Advertisement

Mycopathologia

, Volume 175, Issue 1–2, pp 107–114 | Cite as

Disseminated Amphotericin-Resistant Fusariosis in Acute Leukemia Patients: Report of Two Cases

  • Graziella Hanna PereiraEmail author
  • Derlene Attili de Angelis
  • Roosecelis Araujo Brasil
  • Marilena dos Anjos Martins
  • Dulcilena de Matos Castro e Silva
  • Maria Walderez Szeszs
  • Marcia de Souza Carvalho Melhem
Article

Abstract

Disseminated fusariosis has emerged as a significant, usually fatal infection in immunocompromised hosts despite antifungal treatment. We describe here two patients with acute leukemia who developed disseminated amphotericin-resistant fusariosis, and review of six studies of cases series in the literature. Two Fusarium solani strains were isolated from blood and skin cultures of one patient, and one strain from the blood culture of the second patient. Both patients died despite antifungal treatment. Strains were identified by sequencing of ITS1 and ITS4 regions. Random amplified polymorphic DNA analysis of the three F. solani isolates showed a low degree of similarity. Screening for Fusarium spp. contaminants within our facility was negative. Using the CLSI M-38-A2 broth dilution method and E tests®, we found that the MICs were low for voriconazole (0.12 and 0.5 mg/L, respectively), unexpectedly high for amphotericin B (≥8 and ≥32 μg/mL, respectively) and itraconazole (≥16 mg/ml). Patients with leukemia or persistent neutropenia should be assessed for disseminated fungal infections, including biopsy and skin cultures. Antifungal susceptibility tests are important due to the possibility of the strains being amphotericin resistant. Treatments must be aggressive, with high doses of antifungals or combined therapy.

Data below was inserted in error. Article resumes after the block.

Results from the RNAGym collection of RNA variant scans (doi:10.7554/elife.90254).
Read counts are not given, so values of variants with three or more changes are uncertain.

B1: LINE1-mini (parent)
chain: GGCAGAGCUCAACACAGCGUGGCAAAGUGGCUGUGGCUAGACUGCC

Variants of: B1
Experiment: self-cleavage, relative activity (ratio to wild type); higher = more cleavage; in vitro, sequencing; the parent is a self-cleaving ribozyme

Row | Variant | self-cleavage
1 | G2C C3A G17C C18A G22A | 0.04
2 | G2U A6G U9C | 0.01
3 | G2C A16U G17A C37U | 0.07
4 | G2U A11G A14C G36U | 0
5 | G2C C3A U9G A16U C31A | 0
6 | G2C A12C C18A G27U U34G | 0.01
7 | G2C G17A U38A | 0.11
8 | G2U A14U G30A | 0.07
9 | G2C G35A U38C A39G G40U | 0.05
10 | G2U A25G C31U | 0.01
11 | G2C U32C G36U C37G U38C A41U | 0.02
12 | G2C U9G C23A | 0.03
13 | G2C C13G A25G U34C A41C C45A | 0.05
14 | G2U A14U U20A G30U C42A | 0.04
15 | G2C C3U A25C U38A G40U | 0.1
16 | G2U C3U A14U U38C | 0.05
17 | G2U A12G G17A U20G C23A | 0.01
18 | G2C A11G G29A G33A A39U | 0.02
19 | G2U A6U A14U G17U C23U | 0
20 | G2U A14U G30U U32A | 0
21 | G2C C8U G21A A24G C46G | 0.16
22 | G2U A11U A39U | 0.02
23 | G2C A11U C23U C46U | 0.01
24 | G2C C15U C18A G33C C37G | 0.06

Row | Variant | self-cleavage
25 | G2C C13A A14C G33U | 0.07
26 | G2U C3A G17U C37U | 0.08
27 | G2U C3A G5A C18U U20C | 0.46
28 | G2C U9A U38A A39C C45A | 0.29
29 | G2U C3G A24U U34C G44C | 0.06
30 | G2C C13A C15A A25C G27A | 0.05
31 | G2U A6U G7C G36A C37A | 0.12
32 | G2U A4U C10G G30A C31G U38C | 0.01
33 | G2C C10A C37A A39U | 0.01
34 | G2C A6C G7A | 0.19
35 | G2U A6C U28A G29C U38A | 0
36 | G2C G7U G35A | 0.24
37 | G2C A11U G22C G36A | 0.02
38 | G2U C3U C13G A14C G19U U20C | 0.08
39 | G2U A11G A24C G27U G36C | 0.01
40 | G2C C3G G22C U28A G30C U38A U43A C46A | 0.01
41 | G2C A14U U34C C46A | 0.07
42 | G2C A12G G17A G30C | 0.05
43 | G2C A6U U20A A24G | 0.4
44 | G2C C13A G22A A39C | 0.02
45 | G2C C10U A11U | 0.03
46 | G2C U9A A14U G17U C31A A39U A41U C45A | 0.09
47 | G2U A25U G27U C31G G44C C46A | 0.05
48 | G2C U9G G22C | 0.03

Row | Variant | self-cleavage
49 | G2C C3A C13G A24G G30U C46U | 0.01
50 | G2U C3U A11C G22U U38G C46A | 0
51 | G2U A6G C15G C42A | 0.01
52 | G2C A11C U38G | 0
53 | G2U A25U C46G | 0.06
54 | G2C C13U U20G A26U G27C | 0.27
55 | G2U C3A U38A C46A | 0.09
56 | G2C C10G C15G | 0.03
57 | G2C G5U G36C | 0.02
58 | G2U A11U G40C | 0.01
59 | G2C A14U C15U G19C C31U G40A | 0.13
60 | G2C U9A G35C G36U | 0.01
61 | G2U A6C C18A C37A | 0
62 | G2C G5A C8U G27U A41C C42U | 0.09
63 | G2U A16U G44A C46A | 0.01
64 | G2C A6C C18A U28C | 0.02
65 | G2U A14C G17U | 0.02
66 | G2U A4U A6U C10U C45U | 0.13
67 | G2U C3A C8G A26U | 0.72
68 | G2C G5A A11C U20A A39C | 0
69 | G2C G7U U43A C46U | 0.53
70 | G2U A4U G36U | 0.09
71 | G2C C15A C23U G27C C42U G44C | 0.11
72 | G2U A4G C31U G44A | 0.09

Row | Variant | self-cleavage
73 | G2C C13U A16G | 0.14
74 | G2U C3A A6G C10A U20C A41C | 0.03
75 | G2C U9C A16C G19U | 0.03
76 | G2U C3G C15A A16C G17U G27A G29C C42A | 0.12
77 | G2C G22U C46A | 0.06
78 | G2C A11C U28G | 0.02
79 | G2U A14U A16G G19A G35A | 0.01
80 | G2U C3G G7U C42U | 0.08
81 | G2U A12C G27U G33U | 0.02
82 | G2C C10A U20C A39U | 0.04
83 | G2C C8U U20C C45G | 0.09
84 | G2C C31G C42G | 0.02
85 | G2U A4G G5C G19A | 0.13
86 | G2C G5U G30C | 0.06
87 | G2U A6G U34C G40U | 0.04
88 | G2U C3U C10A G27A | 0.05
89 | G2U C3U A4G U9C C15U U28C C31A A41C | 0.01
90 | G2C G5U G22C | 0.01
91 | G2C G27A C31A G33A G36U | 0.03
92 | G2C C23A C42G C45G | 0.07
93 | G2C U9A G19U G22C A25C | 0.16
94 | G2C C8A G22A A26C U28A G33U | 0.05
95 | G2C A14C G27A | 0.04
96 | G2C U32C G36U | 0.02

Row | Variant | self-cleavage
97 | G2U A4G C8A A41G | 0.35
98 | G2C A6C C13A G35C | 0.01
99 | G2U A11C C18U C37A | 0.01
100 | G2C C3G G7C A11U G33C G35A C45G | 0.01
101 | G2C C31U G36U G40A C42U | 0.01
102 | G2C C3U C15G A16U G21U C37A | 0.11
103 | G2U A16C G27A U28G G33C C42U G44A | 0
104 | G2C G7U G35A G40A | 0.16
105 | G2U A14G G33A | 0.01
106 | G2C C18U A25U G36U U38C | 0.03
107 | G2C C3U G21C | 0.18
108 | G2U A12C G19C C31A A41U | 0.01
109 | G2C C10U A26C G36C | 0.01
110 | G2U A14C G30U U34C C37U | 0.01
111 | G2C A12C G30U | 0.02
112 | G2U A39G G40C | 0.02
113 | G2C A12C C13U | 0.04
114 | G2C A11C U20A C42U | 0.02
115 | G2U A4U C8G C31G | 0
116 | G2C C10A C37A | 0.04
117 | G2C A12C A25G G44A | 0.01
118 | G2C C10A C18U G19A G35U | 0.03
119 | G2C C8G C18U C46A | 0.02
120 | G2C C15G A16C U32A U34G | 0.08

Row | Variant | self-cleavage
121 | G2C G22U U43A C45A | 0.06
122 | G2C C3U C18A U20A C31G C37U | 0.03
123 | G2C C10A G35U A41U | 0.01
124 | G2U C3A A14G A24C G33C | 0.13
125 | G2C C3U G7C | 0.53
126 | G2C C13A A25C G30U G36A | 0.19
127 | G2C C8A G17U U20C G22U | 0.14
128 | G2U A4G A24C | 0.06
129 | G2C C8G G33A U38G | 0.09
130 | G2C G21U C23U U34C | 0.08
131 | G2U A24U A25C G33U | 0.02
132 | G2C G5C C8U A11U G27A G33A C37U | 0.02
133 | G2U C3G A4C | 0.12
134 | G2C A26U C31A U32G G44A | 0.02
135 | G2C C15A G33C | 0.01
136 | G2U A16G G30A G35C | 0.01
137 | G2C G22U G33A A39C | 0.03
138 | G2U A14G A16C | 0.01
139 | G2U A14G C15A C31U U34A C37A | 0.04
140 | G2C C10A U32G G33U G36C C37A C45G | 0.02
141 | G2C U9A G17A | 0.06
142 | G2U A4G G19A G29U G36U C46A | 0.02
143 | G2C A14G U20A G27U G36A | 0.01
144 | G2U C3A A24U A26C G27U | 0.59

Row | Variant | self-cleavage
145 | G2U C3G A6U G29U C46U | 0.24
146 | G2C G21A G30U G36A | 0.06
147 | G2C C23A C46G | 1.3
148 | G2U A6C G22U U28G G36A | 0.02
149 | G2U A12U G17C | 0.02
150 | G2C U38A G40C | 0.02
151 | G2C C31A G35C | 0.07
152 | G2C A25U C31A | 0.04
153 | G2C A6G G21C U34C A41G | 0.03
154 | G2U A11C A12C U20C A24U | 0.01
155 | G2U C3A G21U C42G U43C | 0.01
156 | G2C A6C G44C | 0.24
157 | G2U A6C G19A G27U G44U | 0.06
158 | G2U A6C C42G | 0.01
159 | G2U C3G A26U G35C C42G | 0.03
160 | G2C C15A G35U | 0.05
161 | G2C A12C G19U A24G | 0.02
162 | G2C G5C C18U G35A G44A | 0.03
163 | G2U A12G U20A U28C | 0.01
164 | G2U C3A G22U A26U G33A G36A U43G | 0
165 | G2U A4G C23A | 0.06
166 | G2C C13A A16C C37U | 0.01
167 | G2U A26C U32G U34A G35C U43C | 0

Keywords

Fusariosis Fusarium solani Amphotericin resistant Leukemia Antifungal 

References

  1. 1.
    Tezcan G, Ozhak-Baysan B, Alastruey-Izquierdo A, Ogunc D, Ongut G, Yıldıran ST, Hazar V, Cuenca-Estrella M, Rodriguez-Tudela JL. Disseminated fusariosis caused by Fusarium verticillioides in an acute lymphoblastic leukemia patient after allogeneic hematopoietic stem cell transplantation. J Clin Microbiol. 2009;47:278–81.PubMedCrossRefGoogle Scholar